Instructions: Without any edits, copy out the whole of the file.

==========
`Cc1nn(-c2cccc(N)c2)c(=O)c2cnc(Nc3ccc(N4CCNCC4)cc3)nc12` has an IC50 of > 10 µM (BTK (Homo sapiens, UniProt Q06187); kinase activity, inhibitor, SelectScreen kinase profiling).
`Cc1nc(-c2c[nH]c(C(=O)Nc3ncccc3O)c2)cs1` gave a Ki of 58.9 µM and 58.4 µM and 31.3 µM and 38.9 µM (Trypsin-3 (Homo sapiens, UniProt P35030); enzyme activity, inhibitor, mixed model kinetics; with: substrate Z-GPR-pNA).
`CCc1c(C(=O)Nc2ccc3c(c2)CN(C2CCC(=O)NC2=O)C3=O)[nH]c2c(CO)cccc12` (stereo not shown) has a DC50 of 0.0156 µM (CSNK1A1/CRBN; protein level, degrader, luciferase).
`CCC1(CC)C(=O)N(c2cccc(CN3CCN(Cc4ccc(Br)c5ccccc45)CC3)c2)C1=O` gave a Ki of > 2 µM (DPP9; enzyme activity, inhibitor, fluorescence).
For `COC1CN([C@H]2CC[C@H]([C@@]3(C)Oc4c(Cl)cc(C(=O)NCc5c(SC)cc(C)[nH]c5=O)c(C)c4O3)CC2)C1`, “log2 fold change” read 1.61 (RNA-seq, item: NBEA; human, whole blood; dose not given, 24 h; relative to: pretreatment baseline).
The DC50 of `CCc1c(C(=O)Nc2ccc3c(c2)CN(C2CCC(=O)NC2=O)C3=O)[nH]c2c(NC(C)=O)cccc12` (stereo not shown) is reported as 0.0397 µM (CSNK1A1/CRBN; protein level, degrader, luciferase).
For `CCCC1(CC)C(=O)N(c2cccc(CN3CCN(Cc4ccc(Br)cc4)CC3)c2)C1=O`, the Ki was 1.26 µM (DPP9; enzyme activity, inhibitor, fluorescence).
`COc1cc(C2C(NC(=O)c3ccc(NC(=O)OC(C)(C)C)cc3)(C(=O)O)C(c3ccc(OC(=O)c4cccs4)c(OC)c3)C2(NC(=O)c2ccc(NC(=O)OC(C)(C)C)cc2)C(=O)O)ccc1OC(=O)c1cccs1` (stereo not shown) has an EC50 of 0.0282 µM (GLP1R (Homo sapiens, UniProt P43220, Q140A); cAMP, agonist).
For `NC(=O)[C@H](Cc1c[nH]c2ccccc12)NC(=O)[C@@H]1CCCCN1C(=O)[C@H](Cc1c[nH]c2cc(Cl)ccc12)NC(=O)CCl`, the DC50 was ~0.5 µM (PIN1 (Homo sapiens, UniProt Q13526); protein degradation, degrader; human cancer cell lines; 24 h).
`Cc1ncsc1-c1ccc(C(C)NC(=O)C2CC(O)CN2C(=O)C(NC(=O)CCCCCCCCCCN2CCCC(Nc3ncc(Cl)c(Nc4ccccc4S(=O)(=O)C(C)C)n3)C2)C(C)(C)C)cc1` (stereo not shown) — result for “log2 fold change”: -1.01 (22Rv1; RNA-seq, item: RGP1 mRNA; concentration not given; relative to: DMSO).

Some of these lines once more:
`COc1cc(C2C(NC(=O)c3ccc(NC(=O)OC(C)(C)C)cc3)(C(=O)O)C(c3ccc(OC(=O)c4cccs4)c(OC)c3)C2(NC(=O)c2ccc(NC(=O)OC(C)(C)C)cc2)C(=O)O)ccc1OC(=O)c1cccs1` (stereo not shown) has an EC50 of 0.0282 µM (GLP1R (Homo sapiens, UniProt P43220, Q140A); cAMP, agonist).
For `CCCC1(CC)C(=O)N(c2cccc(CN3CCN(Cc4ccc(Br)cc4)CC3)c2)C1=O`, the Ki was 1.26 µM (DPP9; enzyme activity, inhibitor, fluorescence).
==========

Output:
`Cc1nn(-c2cccc(N)c2)c(=O)c2cnc(Nc3ccc(N4CCNCC4)cc3)nc12` has an IC50 of > 10 µM (BTK (Homo sapiens, UniProt Q06187); kinase activity, inhibitor, SelectScreen kinase profiling).
`Cc1nc(-c2c[nH]c(C(=O)Nc3ncccc3O)c2)cs1` gave a Ki of 58.9 µM and 58.4 µM and 31.3 µM and 38.9 µM (Trypsin-3 (Homo sapiens, UniProt P35030); enzyme activity, inhibitor, mixed model kinetics; with: substrate Z-GPR-pNA).
`CCc1c(C(=O)Nc2ccc3c(c2)CN(C2CCC(=O)NC2=O)C3=O)[nH]c2c(CO)cccc12` (stereo not shown) has a DC50 of 0.0156 µM (CSNK1A1/CRBN; protein level, degrader, luciferase).
`CCC1(CC)C(=O)N(c2cccc(CN3CCN(Cc4ccc(Br)c5ccccc45)CC3)c2)C1=O` gave a Ki of > 2 µM (DPP9; enzyme activity, inhibitor, fluorescence).
For `COC1CN([C@H]2CC[C@H]([C@@]3(C)Oc4c(Cl)cc(C(=O)NCc5c(SC)cc(C)[nH]c5=O)c(C)c4O3)CC2)C1`, “log2 fold change” read 1.61 (RNA-seq, item: NBEA; human, whole blood; dose not given, 24 h; relative to: pretreatment baseline).
The DC50 of `CCc1c(C(=O)Nc2ccc3c(c2)CN(C2CCC(=O)NC2=O)C3=O)[nH]c2c(NC(C)=O)cccc12` (stereo not shown) is reported as 0.0397 µM (CSNK1A1/CRBN; protein level, degrader, luciferase).
For `CCCC1(CC)C(=O)N(c2cccc(CN3CCN(Cc4ccc(Br)cc4)CC3)c2)C1=O`, the Ki was 1.26 µM (DPP9; enzyme activity, inhibitor, fluorescence).
`COc1cc(C2C(NC(=O)c3ccc(NC(=O)OC(C)(C)C)cc3)(C(=O)O)C(c3ccc(OC(=O)c4cccs4)c(OC)c3)C2(NC(=O)c2ccc(NC(=O)OC(C)(C)C)cc2)C(=O)O)ccc1OC(=O)c1cccs1` (stereo not shown) has an EC50 of 0.0282 µM (GLP1R (Homo sapiens, UniProt P43220, Q140A); cAMP, agonist).
For `NC(=O)[C@H](Cc1c[nH]c2ccccc12)NC(=O)[C@@H]1CCCCN1C(=O)[C@H](Cc1c[nH]c2cc(Cl)ccc12)NC(=O)CCl`, the DC50 was ~0.5 µM (PIN1 (Homo sapiens, UniProt Q13526); protein degradation, degrader; human cancer cell lines; 24 h).
`Cc1ncsc1-c1ccc(C(C)NC(=O)C2CC(O)CN2C(=O)C(NC(=O)CCCCCCCCCCN2CCCC(Nc3ncc(Cl)c(Nc4ccccc4S(=O)(=O)C(C)C)n3)C2)C(C)(C)C)cc1` (stereo not shown) — result for “log2 fold change”: -1.01 (22Rv1; RNA-seq, item: RGP1 mRNA; concentration not given; relative to: DMSO).

Some of these lines once more:
`COc1cc(C2C(NC(=O)c3ccc(NC(=O)OC(C)(C)C)cc3)(C(=O)O)C(c3ccc(OC(=O)c4cccs4)c(OC)c3)C2(NC(=O)c2ccc(NC(=O)OC(C)(C)C)cc2)C(=O)O)ccc1OC(=O)c1cccs1` (stereo not shown) has an EC50 of 0.0282 µM (GLP1R (Homo sapiens, UniProt P43220, Q140A); cAMP, agonist).
For `CCCC1(CC)C(=O)N(c2cccc(CN3CCN(Cc4ccc(Br)cc4)CC3)c2)C1=O`, the Ki was 1.26 µM (DPP9; enzyme activity, inhibitor, fluorescence).